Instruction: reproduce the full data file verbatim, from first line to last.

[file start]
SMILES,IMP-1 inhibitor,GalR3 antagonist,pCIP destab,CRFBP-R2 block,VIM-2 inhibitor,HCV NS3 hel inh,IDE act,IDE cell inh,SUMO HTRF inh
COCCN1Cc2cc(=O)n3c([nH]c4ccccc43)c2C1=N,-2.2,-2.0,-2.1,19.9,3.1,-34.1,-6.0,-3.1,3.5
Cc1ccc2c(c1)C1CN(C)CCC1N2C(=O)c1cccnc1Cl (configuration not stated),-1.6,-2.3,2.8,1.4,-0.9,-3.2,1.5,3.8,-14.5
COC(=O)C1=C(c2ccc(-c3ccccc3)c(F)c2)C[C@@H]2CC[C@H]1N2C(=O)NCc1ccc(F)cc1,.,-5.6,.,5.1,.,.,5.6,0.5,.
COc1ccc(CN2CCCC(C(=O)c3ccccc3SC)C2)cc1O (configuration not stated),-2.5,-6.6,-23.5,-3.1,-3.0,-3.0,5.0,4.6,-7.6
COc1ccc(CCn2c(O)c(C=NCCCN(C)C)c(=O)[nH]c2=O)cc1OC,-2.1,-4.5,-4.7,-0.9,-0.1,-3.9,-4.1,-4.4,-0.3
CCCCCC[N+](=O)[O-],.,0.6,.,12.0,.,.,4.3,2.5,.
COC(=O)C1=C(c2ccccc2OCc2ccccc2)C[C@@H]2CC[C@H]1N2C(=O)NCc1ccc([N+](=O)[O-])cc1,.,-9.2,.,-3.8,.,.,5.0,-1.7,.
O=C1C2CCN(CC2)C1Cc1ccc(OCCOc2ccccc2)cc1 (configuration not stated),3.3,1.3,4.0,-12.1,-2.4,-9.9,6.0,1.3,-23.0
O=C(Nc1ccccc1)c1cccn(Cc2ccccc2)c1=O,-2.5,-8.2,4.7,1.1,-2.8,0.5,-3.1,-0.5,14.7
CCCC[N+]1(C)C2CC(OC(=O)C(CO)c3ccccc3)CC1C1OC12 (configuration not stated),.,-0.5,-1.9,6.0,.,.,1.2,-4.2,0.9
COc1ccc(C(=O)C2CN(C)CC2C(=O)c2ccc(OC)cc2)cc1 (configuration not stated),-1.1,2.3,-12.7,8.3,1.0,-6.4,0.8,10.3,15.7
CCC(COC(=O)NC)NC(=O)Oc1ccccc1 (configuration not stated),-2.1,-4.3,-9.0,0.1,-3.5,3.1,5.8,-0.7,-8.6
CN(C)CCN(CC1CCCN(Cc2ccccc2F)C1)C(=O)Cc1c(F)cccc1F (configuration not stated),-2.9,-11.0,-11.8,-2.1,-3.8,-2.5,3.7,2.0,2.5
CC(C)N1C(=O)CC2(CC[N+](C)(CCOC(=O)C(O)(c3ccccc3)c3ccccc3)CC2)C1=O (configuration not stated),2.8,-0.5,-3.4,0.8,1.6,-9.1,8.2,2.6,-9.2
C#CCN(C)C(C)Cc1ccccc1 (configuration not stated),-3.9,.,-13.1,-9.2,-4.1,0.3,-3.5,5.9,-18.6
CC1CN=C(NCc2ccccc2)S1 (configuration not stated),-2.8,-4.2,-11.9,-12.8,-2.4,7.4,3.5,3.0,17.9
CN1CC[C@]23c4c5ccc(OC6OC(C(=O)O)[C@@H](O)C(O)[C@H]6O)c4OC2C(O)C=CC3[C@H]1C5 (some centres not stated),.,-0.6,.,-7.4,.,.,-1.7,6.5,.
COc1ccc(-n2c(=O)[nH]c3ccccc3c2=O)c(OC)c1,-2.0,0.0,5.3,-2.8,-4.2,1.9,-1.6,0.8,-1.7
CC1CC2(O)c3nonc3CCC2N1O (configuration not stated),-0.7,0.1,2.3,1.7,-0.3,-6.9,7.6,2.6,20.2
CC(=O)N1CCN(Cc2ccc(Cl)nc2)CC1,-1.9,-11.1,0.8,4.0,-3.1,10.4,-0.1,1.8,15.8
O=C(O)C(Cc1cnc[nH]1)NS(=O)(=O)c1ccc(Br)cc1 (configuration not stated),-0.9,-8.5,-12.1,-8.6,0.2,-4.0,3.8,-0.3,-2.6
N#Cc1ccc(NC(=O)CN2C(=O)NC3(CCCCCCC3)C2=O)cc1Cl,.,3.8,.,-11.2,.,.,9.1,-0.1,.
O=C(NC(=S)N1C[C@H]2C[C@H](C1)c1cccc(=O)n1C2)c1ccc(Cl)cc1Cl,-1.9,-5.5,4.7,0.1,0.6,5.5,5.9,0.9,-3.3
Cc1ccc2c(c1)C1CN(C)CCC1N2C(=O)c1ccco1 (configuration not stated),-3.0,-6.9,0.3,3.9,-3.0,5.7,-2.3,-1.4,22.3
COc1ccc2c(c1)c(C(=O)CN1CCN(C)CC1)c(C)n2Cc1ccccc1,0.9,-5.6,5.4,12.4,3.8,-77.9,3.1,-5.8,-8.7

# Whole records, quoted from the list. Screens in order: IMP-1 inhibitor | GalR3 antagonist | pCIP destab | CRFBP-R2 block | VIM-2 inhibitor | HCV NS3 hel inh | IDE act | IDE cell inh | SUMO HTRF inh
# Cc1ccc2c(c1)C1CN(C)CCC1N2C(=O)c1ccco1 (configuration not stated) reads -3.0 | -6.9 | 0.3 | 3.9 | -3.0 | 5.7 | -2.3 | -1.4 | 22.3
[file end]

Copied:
SMILES,IMP-1 inhibitor,GalR3 antagonist,pCIP destab,CRFBP-R2 block,VIM-2 inhibitor,HCV NS3 hel inh,IDE act,IDE cell inh,SUMO HTRF inh
COCCN1Cc2cc(=O)n3c([nH]c4ccccc43)c2C1=N,-2.2,-2.0,-2.1,19.9,3.1,-34.1,-6.0,-3.1,3.5
Cc1ccc2c(c1)C1CN(C)CCC1N2C(=O)c1cccnc1Cl (configuration not stated),-1.6,-2.3,2.8,1.4,-0.9,-3.2,1.5,3.8,-14.5
COC(=O)C1=C(c2ccc(-c3ccccc3)c(F)c2)C[C@@H]2CC[C@H]1N2C(=O)NCc1ccc(F)cc1,.,-5.6,.,5.1,.,.,5.6,0.5,.
COc1ccc(CN2CCCC(C(=O)c3ccccc3SC)C2)cc1O (configuration not stated),-2.5,-6.6,-23.5,-3.1,-3.0,-3.0,5.0,4.6,-7.6
COc1ccc(CCn2c(O)c(C=NCCCN(C)C)c(=O)[nH]c2=O)cc1OC,-2.1,-4.5,-4.7,-0.9,-0.1,-3.9,-4.1,-4.4,-0.3
CCCCCC[N+](=O)[O-],.,0.6,.,12.0,.,.,4.3,2.5,.
COC(=O)C1=C(c2ccccc2OCc2ccccc2)C[C@@H]2CC[C@H]1N2C(=O)NCc1ccc([N+](=O)[O-])cc1,.,-9.2,.,-3.8,.,.,5.0,-1.7,.
O=C1C2CCN(CC2)C1Cc1ccc(OCCOc2ccccc2)cc1 (configuration not stated),3.3,1.3,4.0,-12.1,-2.4,-9.9,6.0,1.3,-23.0
O=C(Nc1ccccc1)c1cccn(Cc2ccccc2)c1=O,-2.5,-8.2,4.7,1.1,-2.8,0.5,-3.1,-0.5,14.7
CCCC[N+]1(C)C2CC(OC(=O)C(CO)c3ccccc3)CC1C1OC12 (configuration not stated),.,-0.5,-1.9,6.0,.,.,1.2,-4.2,0.9
COc1ccc(C(=O)C2CN(C)CC2C(=O)c2ccc(OC)cc2)cc1 (configuration not stated),-1.1,2.3,-12.7,8.3,1.0,-6.4,0.8,10.3,15.7
CCC(COC(=O)NC)NC(=O)Oc1ccccc1 (configuration not stated),-2.1,-4.3,-9.0,0.1,-3.5,3.1,5.8,-0.7,-8.6
CN(C)CCN(CC1CCCN(Cc2ccccc2F)C1)C(=O)Cc1c(F)cccc1F (configuration not stated),-2.9,-11.0,-11.8,-2.1,-3.8,-2.5,3.7,2.0,2.5
CC(C)N1C(=O)CC2(CC[N+](C)(CCOC(=O)C(O)(c3ccccc3)c3ccccc3)CC2)C1=O (configuration not stated),2.8,-0.5,-3.4,0.8,1.6,-9.1,8.2,2.6,-9.2
C#CCN(C)C(C)Cc1ccccc1 (configuration not stated),-3.9,.,-13.1,-9.2,-4.1,0.3,-3.5,5.9,-18.6
CC1CN=C(NCc2ccccc2)S1 (configuration not stated),-2.8,-4.2,-11.9,-12.8,-2.4,7.4,3.5,3.0,17.9
CN1CC[C@]23c4c5ccc(OC6OC(C(=O)O)[C@@H](O)C(O)[C@H]6O)c4OC2C(O)C=CC3[C@H]1C5 (some centres not stated),.,-0.6,.,-7.4,.,.,-1.7,6.5,.
COc1ccc(-n2c(=O)[nH]c3ccccc3c2=O)c(OC)c1,-2.0,0.0,5.3,-2.8,-4.2,1.9,-1.6,0.8,-1.7
CC1CC2(O)c3nonc3CCC2N1O (configuration not stated),-0.7,0.1,2.3,1.7,-0.3,-6.9,7.6,2.6,20.2
CC(=O)N1CCN(Cc2ccc(Cl)nc2)CC1,-1.9,-11.1,0.8,4.0,-3.1,10.4,-0.1,1.8,15.8
O=C(O)C(Cc1cnc[nH]1)NS(=O)(=O)c1ccc(Br)cc1 (configuration not stated),-0.9,-8.5,-12.1,-8.6,0.2,-4.0,3.8,-0.3,-2.6
N#Cc1ccc(NC(=O)CN2C(=O)NC3(CCCCCCC3)C2=O)cc1Cl,.,3.8,.,-11.2,.,.,9.1,-0.1,.
O=C(NC(=S)N1C[C@H]2C[C@H](C1)c1cccc(=O)n1C2)c1ccc(Cl)cc1Cl,-1.9,-5.5,4.7,0.1,0.6,5.5,5.9,0.9,-3.3
Cc1ccc2c(c1)C1CN(C)CCC1N2C(=O)c1ccco1 (configuration not stated),-3.0,-6.9,0.3,3.9,-3.0,5.7,-2.3,-1.4,22.3
COc1ccc2c(c1)c(C(=O)CN1CCN(C)CC1)c(C)n2Cc1ccccc1,0.9,-5.6,5.4,12.4,3.8,-77.9,3.1,-5.8,-8.7

# Whole records, quoted from the list. Screens in order: IMP-1 inhibitor | GalR3 antagonist | pCIP destab | CRFBP-R2 block | VIM-2 inhibitor | HCV NS3 hel inh | IDE act | IDE cell inh | SUMO HTRF inh
# Cc1ccc2c(c1)C1CN(C)CCC1N2C(=O)c1ccco1 (configuration not stated) reads -3.0 | -6.9 | 0.3 | 3.9 | -3.0 | 5.7 | -2.3 | -1.4 | 22.3